Age related factors influence HIV testing within subpopulations: a cross sectional survey of MSM within the Celtic nations

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Abstract

Objectives
Despite a recent fall in the incidence of HIV within the UK, men who have sex with men (MSM) continue to be disproportionately affected. As biomedical prevention technologies, including pre-exposure prophylaxis (PrEP) are increasingly taken up to reduce transmission, the role of HIV testing has become central to management of risk. Against a background of lower testing rates among older MSM, this study aimed to identify age related factors influencing recent (= 12 months) HIV testing.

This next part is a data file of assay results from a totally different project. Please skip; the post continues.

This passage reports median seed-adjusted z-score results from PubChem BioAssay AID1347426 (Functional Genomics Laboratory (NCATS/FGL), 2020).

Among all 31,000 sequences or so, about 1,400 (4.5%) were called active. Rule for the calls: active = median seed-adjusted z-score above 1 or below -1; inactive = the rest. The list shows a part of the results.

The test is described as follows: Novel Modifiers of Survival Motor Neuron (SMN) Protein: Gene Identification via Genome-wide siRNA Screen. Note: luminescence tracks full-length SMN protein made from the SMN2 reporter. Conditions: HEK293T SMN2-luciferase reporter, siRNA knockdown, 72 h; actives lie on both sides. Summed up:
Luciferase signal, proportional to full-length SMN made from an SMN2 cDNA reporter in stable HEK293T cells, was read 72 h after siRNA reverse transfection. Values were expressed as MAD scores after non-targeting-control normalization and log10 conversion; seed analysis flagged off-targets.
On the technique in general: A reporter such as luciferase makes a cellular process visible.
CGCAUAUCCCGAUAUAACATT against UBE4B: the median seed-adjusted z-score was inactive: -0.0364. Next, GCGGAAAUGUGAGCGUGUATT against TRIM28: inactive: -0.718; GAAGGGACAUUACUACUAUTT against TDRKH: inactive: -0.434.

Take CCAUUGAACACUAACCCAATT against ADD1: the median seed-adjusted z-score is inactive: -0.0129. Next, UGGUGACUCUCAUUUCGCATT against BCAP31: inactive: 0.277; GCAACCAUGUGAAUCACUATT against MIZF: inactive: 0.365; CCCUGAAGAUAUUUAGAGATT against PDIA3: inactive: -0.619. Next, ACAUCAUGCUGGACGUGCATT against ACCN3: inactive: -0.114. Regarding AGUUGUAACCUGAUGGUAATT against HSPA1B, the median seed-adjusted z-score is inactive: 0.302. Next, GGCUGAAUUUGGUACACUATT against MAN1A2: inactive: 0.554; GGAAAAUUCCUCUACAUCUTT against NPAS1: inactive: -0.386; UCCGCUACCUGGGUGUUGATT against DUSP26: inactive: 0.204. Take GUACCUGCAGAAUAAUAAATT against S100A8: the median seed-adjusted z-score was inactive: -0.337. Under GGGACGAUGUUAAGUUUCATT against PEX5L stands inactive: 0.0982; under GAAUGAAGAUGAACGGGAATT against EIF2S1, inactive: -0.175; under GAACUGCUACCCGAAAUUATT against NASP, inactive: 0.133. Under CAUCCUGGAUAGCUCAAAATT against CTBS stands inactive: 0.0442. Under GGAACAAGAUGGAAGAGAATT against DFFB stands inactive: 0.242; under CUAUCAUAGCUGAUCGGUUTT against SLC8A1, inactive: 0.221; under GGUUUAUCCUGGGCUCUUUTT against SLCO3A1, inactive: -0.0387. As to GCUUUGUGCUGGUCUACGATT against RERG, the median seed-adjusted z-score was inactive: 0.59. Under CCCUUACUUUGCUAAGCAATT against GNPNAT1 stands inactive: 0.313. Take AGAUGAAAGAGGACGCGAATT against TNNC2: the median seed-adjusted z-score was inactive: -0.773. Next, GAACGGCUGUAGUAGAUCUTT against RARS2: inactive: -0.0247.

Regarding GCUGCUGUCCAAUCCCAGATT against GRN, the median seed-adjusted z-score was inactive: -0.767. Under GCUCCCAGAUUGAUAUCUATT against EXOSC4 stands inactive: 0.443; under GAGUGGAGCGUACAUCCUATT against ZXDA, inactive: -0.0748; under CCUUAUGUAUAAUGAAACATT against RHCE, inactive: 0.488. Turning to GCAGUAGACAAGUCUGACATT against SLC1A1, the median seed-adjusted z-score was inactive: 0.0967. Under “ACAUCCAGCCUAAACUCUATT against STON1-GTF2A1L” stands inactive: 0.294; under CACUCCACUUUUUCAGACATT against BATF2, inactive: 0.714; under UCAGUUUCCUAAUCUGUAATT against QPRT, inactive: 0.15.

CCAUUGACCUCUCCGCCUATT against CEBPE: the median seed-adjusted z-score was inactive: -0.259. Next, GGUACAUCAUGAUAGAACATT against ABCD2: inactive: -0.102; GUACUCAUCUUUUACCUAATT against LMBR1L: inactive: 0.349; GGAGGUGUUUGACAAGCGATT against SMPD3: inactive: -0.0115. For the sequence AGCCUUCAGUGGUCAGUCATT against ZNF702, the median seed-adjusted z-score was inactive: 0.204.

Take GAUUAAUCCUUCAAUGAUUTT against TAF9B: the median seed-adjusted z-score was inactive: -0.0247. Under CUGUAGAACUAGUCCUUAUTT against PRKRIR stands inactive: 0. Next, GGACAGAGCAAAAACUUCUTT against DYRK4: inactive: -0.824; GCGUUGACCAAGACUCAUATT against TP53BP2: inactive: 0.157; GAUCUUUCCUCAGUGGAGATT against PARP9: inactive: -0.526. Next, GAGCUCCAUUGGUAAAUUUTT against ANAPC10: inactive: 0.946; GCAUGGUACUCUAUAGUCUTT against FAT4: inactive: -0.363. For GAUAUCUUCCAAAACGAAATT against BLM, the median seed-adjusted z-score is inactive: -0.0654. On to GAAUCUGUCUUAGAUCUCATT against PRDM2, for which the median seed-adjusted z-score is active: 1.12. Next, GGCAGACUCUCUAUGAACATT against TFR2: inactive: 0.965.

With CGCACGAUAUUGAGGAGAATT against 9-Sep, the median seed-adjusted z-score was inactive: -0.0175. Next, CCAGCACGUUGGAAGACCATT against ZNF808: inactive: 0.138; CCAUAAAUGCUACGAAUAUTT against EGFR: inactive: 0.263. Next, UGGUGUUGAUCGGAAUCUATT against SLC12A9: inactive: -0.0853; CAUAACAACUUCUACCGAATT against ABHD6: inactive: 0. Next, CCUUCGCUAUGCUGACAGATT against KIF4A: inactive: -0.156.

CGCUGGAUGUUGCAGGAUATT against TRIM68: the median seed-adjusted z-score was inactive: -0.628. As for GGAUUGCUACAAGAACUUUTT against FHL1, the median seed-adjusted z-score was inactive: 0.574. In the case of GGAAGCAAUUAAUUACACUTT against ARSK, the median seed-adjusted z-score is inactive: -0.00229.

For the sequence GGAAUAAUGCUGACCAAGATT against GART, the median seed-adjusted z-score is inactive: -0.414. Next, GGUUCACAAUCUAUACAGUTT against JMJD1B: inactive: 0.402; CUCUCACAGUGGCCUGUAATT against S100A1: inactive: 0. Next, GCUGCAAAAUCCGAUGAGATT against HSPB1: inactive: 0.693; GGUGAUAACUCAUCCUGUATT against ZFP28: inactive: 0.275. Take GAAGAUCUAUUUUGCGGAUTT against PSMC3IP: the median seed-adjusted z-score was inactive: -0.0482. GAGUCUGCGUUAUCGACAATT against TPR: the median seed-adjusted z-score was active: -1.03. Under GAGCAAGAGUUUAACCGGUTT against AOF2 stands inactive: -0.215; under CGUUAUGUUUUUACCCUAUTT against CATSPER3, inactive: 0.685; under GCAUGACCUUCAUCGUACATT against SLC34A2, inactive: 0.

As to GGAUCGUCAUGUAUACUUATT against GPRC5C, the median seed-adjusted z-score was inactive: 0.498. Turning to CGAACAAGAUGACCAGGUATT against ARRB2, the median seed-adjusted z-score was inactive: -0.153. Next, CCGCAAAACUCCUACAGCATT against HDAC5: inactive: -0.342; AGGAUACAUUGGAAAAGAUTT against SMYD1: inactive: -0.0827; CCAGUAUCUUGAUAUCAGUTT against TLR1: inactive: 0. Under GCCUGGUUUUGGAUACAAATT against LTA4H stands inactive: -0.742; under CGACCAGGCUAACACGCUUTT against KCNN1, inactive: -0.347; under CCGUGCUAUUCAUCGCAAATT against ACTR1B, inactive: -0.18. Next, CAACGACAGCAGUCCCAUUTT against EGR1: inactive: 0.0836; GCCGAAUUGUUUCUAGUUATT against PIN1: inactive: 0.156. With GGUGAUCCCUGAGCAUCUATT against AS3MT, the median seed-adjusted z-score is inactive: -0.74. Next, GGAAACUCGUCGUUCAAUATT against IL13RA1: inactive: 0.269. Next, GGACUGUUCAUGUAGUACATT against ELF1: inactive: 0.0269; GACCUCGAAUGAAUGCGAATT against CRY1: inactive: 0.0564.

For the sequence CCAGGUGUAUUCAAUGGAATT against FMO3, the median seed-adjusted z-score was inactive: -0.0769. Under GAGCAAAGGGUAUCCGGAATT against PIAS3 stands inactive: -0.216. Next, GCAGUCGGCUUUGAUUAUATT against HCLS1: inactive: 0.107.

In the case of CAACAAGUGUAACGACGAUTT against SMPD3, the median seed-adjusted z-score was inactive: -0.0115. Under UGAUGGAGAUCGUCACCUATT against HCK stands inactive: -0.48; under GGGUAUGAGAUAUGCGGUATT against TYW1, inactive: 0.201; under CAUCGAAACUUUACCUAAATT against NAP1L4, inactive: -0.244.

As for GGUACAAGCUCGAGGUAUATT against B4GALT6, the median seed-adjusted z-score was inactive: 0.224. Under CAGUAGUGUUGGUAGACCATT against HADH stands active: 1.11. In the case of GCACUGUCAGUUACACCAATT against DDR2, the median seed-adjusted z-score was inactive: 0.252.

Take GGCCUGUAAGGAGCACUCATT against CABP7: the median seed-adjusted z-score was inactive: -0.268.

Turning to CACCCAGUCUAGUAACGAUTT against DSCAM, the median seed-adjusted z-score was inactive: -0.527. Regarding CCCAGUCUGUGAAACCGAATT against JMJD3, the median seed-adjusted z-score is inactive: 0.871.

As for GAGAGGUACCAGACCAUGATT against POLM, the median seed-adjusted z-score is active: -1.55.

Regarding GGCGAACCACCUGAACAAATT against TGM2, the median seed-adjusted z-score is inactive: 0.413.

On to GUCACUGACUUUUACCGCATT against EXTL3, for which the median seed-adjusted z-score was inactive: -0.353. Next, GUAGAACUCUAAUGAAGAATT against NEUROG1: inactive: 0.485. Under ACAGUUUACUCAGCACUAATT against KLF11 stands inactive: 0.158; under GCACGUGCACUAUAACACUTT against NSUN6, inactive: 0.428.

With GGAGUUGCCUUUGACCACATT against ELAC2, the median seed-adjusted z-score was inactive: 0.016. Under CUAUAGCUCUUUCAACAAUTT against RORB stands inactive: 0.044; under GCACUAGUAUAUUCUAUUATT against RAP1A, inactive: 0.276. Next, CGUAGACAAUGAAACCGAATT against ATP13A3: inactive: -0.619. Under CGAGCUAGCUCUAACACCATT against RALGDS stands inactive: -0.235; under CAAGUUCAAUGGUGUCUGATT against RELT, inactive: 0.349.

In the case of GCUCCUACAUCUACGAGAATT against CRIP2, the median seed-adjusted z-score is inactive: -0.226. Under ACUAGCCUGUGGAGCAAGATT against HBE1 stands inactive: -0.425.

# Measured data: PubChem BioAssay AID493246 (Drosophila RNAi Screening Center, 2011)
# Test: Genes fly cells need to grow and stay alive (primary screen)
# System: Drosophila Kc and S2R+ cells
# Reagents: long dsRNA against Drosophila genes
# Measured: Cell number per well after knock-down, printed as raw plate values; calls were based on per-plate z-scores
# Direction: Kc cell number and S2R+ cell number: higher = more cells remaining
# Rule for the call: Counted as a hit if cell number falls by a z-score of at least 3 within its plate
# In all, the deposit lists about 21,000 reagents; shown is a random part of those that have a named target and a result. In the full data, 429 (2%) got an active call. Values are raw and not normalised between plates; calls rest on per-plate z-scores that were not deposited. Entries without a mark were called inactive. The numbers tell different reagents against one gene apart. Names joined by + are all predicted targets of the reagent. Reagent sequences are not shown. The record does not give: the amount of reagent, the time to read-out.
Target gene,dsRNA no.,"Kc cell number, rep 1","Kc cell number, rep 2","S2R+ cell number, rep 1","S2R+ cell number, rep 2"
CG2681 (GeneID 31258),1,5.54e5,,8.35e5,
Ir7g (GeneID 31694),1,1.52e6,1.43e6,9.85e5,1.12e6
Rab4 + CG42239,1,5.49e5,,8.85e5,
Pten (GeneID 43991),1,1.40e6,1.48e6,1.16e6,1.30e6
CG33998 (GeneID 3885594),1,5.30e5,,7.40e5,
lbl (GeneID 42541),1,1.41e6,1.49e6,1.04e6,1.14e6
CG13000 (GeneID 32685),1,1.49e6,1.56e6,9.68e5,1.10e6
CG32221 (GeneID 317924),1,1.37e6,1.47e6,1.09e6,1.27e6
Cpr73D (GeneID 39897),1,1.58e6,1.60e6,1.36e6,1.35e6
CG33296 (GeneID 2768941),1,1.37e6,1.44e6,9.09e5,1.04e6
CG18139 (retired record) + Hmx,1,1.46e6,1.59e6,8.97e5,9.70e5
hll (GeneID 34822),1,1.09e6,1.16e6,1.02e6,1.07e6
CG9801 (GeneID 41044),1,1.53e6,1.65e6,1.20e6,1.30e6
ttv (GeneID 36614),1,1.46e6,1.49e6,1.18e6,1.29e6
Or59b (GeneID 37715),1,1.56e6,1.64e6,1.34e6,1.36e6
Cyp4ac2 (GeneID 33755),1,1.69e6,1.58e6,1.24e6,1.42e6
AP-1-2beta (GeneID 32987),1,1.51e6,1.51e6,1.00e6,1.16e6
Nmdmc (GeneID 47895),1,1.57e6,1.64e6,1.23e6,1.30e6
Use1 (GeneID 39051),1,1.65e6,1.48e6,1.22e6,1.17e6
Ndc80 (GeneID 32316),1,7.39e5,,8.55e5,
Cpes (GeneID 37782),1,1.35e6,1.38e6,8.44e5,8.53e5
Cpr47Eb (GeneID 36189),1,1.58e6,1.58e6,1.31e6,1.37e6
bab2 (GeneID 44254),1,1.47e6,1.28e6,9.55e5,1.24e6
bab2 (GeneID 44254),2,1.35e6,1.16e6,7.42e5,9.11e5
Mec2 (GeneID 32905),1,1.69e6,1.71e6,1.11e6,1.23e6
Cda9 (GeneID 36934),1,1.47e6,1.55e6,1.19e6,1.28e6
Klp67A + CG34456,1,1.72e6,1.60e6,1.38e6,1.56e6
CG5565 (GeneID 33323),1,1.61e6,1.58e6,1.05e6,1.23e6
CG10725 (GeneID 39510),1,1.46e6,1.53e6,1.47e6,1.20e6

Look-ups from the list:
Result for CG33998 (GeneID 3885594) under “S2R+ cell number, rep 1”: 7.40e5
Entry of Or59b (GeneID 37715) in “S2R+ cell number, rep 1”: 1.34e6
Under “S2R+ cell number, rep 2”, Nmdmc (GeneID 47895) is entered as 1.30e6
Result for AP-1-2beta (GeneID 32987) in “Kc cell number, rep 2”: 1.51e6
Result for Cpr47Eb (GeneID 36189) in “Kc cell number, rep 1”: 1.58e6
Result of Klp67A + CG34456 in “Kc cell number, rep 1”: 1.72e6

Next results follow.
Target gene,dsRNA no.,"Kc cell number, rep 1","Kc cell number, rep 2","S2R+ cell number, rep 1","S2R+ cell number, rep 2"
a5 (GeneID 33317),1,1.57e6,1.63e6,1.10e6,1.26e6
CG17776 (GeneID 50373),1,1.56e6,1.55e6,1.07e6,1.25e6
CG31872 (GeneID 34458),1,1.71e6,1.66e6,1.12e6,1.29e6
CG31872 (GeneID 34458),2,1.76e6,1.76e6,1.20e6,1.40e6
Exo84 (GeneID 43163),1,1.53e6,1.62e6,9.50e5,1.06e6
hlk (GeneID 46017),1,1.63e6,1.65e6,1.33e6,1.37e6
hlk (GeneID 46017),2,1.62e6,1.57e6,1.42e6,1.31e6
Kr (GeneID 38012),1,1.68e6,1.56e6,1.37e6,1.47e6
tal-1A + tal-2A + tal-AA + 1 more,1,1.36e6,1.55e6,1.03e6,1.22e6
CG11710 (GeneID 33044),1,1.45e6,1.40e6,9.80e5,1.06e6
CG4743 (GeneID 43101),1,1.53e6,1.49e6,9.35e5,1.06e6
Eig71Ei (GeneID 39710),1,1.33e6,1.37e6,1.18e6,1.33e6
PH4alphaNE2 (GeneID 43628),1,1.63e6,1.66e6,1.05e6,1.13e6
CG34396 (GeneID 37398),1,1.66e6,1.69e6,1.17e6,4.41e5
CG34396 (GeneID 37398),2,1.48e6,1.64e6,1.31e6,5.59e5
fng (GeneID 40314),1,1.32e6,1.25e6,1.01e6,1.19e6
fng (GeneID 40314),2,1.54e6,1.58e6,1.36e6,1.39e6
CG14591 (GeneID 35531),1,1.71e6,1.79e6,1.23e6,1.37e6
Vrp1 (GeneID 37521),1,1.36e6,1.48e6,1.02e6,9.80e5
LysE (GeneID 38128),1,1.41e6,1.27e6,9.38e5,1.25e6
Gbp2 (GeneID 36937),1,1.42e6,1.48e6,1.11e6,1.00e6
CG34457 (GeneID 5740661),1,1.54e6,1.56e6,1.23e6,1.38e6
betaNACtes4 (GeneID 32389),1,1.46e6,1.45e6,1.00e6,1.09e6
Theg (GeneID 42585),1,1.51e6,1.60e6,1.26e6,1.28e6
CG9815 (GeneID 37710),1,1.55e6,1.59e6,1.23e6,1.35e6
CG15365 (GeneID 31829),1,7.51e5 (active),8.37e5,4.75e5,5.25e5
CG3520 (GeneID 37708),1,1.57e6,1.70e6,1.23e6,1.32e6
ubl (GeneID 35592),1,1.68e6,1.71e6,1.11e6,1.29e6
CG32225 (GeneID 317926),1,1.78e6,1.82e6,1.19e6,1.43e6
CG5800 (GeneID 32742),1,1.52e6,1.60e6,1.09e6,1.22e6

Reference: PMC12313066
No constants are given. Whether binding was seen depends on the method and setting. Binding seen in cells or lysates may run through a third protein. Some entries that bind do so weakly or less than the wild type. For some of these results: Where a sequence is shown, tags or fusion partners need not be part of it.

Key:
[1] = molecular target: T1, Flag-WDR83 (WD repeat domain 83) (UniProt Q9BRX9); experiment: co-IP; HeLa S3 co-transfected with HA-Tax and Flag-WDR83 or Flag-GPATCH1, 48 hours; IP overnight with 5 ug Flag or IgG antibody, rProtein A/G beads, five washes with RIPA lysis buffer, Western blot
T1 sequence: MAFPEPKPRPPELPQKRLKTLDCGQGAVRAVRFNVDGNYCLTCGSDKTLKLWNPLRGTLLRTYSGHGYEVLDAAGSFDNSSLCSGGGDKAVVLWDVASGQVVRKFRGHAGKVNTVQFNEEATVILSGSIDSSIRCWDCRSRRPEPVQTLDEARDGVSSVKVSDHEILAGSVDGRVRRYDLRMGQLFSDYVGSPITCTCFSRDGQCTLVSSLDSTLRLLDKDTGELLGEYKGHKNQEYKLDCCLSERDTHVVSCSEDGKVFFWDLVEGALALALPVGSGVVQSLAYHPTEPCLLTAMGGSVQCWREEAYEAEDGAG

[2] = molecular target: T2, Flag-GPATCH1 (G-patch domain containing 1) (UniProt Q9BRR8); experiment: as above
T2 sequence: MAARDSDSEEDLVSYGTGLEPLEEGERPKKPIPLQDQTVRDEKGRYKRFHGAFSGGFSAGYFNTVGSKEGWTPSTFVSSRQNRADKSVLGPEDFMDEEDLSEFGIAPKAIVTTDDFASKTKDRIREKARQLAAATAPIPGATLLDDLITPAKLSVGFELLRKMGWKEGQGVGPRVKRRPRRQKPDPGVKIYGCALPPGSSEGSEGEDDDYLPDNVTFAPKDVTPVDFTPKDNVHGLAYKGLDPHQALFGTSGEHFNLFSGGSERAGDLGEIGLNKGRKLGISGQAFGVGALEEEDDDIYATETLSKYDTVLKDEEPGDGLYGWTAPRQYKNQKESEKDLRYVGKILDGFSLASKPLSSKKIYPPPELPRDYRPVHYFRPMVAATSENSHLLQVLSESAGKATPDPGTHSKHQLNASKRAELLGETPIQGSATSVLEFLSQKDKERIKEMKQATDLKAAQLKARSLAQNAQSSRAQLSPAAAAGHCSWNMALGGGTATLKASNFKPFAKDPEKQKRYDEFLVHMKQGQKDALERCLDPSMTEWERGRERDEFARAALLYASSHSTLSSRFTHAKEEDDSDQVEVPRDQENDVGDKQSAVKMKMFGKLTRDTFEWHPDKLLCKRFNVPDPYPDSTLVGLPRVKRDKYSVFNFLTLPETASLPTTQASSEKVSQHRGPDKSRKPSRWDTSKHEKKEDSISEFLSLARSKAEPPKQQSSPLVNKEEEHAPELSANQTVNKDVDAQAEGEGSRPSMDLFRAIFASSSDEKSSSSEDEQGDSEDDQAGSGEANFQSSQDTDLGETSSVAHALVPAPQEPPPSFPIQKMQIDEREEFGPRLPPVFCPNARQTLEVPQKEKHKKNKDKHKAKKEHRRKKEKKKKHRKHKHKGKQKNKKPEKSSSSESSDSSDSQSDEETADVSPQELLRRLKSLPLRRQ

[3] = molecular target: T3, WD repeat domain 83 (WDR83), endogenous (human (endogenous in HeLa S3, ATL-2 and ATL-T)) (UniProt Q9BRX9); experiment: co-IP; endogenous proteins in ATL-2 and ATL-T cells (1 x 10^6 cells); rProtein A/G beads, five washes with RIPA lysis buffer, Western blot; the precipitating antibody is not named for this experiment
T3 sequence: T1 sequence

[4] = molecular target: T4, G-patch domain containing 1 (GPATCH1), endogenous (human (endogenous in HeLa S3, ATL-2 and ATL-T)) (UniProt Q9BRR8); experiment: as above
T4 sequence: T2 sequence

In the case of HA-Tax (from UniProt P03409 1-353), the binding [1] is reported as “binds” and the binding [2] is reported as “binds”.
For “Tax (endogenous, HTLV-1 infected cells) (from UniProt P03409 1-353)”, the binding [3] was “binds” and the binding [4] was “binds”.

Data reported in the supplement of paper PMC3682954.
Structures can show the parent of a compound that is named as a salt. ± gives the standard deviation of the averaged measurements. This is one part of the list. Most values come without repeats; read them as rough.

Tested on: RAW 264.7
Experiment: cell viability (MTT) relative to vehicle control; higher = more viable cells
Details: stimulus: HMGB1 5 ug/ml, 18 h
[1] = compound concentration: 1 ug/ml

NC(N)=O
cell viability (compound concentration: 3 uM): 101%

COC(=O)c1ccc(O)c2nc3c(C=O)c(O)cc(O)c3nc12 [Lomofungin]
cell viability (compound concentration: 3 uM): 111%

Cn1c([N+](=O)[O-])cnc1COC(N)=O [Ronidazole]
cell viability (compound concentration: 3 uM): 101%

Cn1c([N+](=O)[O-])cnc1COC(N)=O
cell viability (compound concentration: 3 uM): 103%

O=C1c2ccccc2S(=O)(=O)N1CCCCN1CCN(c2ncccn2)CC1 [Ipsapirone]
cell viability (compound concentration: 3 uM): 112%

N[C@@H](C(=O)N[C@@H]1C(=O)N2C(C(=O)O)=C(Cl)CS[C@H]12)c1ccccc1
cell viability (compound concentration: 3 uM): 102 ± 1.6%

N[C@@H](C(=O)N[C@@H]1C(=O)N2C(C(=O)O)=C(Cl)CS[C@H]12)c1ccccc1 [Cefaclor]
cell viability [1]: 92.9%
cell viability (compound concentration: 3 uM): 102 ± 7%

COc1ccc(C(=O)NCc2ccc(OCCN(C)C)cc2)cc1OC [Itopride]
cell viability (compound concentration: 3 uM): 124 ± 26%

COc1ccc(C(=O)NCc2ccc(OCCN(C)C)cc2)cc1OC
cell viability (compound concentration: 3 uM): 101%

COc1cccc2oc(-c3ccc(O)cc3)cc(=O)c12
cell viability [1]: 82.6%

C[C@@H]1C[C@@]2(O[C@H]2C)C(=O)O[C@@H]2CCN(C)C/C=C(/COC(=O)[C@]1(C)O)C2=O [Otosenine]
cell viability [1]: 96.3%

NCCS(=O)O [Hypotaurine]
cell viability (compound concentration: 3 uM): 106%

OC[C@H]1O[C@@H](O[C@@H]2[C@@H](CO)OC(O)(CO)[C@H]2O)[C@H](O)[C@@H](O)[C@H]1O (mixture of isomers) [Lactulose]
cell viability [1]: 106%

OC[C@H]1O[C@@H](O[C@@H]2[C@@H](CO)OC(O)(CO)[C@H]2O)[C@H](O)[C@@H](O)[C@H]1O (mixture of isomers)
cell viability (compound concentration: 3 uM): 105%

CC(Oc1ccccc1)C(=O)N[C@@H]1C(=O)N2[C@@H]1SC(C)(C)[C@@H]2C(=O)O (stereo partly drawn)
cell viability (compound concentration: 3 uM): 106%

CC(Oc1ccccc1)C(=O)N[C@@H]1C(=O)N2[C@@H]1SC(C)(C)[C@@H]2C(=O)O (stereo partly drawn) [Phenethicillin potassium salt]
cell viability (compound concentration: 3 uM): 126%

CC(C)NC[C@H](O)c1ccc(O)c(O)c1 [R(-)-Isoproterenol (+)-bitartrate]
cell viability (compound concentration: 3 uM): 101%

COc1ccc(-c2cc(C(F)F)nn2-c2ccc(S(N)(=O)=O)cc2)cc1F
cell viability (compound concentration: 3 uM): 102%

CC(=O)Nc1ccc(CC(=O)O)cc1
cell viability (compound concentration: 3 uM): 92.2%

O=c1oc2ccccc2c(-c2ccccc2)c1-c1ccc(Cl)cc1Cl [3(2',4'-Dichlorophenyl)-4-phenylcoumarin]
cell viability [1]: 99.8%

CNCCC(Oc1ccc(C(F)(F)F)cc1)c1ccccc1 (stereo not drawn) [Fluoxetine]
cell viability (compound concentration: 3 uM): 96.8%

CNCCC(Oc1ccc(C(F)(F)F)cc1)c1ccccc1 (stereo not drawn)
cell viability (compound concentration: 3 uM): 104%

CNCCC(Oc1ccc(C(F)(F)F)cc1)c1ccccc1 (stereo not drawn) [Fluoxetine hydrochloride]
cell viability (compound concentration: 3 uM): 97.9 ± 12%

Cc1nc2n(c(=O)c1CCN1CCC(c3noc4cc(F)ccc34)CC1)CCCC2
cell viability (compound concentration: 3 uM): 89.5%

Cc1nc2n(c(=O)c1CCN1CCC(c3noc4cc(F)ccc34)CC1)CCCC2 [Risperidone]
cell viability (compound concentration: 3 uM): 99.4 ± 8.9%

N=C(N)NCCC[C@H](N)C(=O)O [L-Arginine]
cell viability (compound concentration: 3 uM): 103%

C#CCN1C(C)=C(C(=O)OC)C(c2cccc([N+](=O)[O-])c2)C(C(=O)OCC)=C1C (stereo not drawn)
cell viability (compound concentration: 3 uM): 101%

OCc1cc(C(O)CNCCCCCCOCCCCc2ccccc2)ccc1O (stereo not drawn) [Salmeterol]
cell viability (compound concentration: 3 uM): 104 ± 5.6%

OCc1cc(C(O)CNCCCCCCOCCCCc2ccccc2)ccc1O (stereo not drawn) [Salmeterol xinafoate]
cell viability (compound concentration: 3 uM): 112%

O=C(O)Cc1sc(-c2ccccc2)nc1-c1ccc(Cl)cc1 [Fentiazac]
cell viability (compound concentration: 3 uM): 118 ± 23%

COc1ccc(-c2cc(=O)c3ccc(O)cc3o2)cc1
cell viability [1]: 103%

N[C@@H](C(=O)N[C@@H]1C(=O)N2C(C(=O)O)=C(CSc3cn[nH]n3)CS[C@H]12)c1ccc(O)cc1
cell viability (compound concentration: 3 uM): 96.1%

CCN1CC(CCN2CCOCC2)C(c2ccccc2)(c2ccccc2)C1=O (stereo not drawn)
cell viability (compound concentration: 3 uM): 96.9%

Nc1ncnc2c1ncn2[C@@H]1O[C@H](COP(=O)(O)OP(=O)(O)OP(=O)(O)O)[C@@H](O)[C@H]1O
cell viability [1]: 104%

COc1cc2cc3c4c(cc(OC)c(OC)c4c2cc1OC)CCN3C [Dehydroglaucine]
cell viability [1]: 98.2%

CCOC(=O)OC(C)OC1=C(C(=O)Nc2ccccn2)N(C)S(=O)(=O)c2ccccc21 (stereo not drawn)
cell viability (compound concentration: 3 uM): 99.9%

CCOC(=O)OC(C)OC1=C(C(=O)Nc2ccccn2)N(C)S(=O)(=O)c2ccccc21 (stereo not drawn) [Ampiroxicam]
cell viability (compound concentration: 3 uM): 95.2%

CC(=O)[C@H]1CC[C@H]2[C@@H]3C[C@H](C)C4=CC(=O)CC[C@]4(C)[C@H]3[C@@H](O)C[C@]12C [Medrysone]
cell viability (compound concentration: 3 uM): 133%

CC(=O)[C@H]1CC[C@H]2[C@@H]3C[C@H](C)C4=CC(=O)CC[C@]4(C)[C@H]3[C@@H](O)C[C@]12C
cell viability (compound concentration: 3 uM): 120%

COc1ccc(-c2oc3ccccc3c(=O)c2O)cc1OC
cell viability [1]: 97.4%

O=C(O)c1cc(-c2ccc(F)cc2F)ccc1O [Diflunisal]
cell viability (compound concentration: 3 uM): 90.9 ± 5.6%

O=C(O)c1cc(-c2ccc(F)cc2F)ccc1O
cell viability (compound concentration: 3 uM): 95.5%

Methods
Cross sectional sub-population data from an online survey of sexually active MSM in the Celtic nations: Scotland, Wales, Northern Ireland and the Republic of Ireland (n=2436) were analysed to compare demographic, behavioural and socio-cultural factors influencing HIV testing between MSM aged 16-25 (n=447), 26-45 (n=1092) and =46 (n=897).
Results
Multivariate logistic regression demonstrated that for men aged = 46, not identifying as gay (OR 0.62 CI 0.41-0.95), location (Wales) (OR 0.49, CI 0.32-0.76) and scoring higher on the personalised stigma scale (OR 0.97, CI 0.94-1.00) significantly reduced the odds for HIV testing in the preceding year. Men aged 26-45 who did not identify as gay (OR 0.61, CI 0.41-0.92) were also significantly less likely to have recently tested for HIV. For men aged 16-25, not having a degree (OR 0.48, CI 0.29-0.79), location (Republic of Ireland) (OR 0.55, CI 0.30-1.00) and scoring higher on emotional competence (OR 0.57, CI 0.42-0.77) were also significantly associated with not having recently tested for HIV.